I was flashing on the thoughts about what I think is a very good YouTube video. It’s a documentary titled Stress, Portrait of a Killer. It’s available for free on YouTube, the whole documentary. It talks about a lot of the things that you talked about and the more we can become conscious of it. The other thing I like to do is to turn people on to resources that don’t cost them anything to look into it. One of them is the Emotional Freedom Technique, tapping its way to give yourself an acupressure treatment for anything that bothers you physically, mentally or emotionally. I’ve lost track of how many years now I’ve been teaching that to every one of my patients who’s willing to learn because I know a couple of techniques that use the acupressure meridians in my therapy office. When I discovered this years after I was doing that work, they can do it free at home and the creator put an 80-page PDF on the internet for free. It tells you exactly what to do. One of the things we have in common is that we’re trying to teach people things that empower them to create their own interstate and a healthier interstate.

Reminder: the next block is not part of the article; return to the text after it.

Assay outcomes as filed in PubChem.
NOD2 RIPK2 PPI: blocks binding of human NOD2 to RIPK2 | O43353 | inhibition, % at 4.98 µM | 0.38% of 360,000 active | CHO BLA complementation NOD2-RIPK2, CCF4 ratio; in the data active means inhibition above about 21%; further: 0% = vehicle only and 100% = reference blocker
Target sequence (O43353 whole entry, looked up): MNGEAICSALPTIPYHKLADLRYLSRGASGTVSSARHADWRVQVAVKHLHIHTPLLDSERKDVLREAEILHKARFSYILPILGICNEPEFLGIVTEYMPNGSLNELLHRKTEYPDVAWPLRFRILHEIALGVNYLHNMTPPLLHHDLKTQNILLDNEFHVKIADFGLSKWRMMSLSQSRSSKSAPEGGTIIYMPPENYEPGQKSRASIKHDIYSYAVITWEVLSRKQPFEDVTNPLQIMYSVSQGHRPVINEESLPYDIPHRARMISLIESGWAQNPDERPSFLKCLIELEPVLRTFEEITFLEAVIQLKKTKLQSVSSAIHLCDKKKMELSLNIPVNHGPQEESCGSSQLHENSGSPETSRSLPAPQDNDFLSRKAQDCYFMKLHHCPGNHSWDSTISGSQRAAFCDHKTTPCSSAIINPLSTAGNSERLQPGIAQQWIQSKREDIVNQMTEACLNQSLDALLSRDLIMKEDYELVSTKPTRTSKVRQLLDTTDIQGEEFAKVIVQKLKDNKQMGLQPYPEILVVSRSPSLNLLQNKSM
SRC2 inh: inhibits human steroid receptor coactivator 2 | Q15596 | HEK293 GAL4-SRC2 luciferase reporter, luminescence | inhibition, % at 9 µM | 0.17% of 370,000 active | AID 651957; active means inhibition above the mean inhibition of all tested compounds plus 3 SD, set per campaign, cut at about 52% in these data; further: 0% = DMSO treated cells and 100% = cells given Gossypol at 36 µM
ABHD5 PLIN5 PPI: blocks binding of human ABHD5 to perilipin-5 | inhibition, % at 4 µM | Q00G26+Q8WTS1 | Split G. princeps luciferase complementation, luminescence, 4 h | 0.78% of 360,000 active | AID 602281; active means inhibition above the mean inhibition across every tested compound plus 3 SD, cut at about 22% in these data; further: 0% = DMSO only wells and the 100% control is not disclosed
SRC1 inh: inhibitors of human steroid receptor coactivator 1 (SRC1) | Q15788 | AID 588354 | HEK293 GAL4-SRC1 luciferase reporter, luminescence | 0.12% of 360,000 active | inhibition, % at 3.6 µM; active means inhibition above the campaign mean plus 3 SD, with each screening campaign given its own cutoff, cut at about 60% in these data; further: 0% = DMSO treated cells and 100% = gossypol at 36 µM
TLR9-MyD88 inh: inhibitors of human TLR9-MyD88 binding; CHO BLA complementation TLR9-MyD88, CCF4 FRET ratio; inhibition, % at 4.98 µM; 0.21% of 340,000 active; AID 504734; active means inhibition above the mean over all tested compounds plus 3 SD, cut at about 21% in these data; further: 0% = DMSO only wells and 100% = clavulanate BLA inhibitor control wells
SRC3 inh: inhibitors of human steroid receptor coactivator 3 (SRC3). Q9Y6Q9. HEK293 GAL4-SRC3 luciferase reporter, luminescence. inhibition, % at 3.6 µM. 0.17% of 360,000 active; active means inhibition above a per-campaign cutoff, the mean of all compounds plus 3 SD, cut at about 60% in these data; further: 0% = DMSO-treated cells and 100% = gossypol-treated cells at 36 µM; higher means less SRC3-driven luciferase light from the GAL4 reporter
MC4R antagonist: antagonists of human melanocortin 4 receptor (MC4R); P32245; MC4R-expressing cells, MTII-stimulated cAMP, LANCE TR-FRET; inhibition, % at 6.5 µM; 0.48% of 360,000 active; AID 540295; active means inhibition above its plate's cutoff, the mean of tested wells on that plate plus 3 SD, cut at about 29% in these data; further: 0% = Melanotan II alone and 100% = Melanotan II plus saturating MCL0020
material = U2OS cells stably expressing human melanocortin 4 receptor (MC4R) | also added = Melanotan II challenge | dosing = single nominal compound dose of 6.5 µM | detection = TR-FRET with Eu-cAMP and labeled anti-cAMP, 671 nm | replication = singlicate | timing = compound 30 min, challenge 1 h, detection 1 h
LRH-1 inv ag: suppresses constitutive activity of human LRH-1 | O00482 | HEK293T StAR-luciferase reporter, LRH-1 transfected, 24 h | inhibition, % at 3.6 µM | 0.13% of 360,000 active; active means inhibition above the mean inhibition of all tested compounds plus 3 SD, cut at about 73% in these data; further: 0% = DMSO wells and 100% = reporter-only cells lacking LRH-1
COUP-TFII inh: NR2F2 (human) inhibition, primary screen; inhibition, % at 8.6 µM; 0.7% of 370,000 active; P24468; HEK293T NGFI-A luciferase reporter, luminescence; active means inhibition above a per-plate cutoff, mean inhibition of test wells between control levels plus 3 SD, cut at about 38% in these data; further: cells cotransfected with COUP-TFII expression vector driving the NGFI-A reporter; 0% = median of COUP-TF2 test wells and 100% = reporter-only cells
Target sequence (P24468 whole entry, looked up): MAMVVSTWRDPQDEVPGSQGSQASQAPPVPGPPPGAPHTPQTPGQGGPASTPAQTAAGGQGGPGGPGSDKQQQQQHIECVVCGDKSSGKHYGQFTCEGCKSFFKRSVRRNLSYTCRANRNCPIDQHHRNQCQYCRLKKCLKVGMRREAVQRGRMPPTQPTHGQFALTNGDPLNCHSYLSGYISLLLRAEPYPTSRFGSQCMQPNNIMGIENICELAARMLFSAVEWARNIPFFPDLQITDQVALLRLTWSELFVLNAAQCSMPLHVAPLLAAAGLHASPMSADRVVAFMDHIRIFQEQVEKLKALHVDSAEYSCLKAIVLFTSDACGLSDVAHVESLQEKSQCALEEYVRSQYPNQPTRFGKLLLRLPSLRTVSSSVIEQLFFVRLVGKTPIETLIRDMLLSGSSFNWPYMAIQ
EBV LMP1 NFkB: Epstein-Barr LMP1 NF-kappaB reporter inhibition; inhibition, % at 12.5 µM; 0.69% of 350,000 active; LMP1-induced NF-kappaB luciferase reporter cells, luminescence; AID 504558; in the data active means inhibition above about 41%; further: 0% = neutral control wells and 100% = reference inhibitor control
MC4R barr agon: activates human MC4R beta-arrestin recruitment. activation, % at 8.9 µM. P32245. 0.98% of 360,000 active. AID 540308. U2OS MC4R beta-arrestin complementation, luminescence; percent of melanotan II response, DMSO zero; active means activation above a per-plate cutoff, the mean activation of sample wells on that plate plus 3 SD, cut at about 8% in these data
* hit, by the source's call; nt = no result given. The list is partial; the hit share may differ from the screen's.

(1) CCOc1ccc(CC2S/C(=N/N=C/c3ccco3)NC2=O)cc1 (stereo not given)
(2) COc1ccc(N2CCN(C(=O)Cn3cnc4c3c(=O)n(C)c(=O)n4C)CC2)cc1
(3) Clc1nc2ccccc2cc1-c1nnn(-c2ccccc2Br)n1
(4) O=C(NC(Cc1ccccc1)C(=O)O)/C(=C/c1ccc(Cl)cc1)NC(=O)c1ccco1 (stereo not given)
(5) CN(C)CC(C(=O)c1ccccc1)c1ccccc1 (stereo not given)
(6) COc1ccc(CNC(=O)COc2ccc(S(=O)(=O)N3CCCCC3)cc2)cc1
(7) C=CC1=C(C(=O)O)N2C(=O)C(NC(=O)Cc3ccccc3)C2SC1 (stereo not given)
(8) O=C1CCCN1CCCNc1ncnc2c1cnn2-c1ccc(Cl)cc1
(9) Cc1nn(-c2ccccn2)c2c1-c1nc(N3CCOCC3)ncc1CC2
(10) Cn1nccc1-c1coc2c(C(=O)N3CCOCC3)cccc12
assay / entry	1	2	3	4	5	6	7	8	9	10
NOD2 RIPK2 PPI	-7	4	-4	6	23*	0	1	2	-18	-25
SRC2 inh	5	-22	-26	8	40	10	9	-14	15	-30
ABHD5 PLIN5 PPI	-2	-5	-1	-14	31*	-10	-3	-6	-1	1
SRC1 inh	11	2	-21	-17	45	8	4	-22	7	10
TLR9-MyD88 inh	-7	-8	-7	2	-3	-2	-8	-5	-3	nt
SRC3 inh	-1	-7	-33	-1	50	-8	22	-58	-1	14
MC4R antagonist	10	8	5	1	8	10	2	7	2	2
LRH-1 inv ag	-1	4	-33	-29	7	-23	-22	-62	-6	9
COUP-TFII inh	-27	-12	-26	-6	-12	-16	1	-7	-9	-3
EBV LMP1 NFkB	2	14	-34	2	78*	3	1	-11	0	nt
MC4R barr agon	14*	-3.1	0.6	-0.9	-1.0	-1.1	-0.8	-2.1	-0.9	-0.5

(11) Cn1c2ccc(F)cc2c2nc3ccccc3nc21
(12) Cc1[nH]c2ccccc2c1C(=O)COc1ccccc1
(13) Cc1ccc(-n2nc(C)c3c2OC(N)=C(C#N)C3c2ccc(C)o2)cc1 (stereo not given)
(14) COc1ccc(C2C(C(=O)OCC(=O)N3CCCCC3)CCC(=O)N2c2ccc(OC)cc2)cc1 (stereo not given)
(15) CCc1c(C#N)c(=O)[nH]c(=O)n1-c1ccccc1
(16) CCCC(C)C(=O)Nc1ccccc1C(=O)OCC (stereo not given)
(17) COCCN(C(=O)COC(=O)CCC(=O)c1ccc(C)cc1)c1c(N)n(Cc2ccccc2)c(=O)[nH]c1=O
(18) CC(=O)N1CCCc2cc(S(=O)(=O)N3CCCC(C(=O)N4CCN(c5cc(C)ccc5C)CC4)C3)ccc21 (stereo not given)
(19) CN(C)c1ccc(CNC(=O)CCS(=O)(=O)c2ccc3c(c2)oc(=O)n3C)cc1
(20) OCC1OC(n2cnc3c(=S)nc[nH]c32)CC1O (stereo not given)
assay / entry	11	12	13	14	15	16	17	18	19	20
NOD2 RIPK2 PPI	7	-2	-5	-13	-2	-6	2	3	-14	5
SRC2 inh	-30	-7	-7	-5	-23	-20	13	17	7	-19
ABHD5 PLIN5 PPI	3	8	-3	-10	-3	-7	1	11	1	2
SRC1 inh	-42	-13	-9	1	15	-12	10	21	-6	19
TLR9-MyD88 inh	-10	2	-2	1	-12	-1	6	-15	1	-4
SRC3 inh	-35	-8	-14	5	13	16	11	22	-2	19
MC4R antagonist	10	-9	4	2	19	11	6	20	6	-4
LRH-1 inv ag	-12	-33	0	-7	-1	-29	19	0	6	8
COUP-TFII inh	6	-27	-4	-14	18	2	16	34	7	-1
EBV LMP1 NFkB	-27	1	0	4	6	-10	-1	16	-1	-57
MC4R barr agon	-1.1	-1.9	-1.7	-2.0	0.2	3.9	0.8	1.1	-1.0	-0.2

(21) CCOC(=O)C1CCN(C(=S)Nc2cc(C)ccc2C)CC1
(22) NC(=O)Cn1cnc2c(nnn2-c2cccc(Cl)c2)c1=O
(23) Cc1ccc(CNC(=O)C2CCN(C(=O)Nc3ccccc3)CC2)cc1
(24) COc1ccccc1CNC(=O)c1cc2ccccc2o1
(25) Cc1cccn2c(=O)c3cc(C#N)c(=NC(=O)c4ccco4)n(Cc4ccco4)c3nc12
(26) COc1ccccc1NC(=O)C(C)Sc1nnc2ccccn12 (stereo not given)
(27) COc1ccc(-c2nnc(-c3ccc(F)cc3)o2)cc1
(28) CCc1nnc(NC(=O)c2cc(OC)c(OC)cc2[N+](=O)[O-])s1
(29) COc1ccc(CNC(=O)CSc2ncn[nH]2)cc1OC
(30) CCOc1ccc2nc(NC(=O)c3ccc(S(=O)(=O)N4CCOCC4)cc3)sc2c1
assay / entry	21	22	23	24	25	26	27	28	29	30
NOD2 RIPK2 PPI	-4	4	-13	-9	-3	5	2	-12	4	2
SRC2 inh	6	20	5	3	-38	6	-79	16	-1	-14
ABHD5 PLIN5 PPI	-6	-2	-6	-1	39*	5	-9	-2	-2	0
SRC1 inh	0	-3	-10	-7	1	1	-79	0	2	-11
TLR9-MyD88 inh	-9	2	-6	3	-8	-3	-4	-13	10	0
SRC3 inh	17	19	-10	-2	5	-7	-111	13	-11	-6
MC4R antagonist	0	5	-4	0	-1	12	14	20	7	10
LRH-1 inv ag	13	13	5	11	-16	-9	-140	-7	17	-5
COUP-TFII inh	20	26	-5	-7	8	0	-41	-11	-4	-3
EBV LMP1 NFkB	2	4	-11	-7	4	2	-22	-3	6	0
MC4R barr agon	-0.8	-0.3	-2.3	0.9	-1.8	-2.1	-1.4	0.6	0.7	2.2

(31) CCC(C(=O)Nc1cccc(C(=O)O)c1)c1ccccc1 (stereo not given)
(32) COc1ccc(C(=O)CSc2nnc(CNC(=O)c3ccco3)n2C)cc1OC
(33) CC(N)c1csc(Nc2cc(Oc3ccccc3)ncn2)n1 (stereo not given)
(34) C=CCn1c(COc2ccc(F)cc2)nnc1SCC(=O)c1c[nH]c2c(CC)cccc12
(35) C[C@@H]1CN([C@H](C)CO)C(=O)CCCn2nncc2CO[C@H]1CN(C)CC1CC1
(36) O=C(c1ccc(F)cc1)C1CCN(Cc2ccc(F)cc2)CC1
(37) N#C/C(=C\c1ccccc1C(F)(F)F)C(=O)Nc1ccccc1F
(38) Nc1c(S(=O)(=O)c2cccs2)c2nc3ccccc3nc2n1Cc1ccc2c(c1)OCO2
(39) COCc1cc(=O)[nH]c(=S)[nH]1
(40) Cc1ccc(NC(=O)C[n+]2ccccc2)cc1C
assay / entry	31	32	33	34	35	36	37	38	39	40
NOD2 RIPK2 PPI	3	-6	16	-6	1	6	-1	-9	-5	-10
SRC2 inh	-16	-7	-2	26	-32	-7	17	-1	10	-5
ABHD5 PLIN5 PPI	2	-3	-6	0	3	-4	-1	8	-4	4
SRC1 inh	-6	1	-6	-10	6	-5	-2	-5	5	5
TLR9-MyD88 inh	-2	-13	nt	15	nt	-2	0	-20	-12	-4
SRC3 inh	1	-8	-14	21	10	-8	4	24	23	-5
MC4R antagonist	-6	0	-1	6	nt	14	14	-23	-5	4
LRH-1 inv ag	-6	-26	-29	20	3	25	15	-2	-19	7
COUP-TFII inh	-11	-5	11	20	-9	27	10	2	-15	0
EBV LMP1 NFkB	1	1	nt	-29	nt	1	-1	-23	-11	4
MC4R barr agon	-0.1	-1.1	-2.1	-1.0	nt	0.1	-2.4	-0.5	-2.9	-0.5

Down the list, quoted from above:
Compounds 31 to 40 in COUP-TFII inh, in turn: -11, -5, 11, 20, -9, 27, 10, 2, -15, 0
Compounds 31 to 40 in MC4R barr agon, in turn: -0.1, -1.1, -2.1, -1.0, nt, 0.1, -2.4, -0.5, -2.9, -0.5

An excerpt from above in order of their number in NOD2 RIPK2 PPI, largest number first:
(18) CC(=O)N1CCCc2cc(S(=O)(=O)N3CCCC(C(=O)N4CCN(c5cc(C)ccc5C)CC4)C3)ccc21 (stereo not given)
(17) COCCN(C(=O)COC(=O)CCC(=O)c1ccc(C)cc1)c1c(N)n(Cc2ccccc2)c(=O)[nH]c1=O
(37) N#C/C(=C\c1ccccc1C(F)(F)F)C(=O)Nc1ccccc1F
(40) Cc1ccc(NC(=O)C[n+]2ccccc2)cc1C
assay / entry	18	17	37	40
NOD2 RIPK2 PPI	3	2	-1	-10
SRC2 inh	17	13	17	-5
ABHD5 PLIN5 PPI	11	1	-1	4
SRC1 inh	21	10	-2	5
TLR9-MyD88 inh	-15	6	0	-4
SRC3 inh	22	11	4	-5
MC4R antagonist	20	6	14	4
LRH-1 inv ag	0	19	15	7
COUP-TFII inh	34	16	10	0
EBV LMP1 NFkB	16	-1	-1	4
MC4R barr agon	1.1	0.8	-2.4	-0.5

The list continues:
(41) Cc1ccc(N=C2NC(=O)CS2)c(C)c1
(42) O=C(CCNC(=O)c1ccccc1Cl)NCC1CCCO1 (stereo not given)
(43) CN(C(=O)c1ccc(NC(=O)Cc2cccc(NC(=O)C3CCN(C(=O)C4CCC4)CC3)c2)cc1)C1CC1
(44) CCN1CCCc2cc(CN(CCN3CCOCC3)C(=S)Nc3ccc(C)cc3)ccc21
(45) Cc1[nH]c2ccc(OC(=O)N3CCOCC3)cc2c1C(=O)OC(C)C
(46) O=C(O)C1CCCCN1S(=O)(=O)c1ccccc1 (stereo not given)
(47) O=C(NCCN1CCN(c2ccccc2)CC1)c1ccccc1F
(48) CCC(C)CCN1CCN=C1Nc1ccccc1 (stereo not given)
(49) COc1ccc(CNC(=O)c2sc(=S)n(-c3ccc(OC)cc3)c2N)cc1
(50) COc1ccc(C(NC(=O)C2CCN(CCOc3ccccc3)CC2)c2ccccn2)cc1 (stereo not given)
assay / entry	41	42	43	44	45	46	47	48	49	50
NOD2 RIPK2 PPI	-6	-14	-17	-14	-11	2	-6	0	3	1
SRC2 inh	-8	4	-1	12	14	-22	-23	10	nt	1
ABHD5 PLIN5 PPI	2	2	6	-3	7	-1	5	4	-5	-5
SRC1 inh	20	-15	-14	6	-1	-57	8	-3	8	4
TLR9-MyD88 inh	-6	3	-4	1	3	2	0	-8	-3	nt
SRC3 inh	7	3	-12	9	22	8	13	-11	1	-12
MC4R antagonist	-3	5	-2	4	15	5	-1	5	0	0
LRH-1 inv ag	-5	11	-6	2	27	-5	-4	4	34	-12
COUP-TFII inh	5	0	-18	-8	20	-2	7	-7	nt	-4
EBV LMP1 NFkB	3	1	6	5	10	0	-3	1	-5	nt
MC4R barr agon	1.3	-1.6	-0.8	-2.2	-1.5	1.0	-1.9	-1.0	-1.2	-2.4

To give you an example, the goal, when you come to work with a functional medicine practitioner is not to see them forever. It’s to come back into balance and then leave with tools that are going to keep you healthy and resilient long-term. The idea is that it’s not something you’re constantly going to need to work at with someone. You will get there. You have the power within you.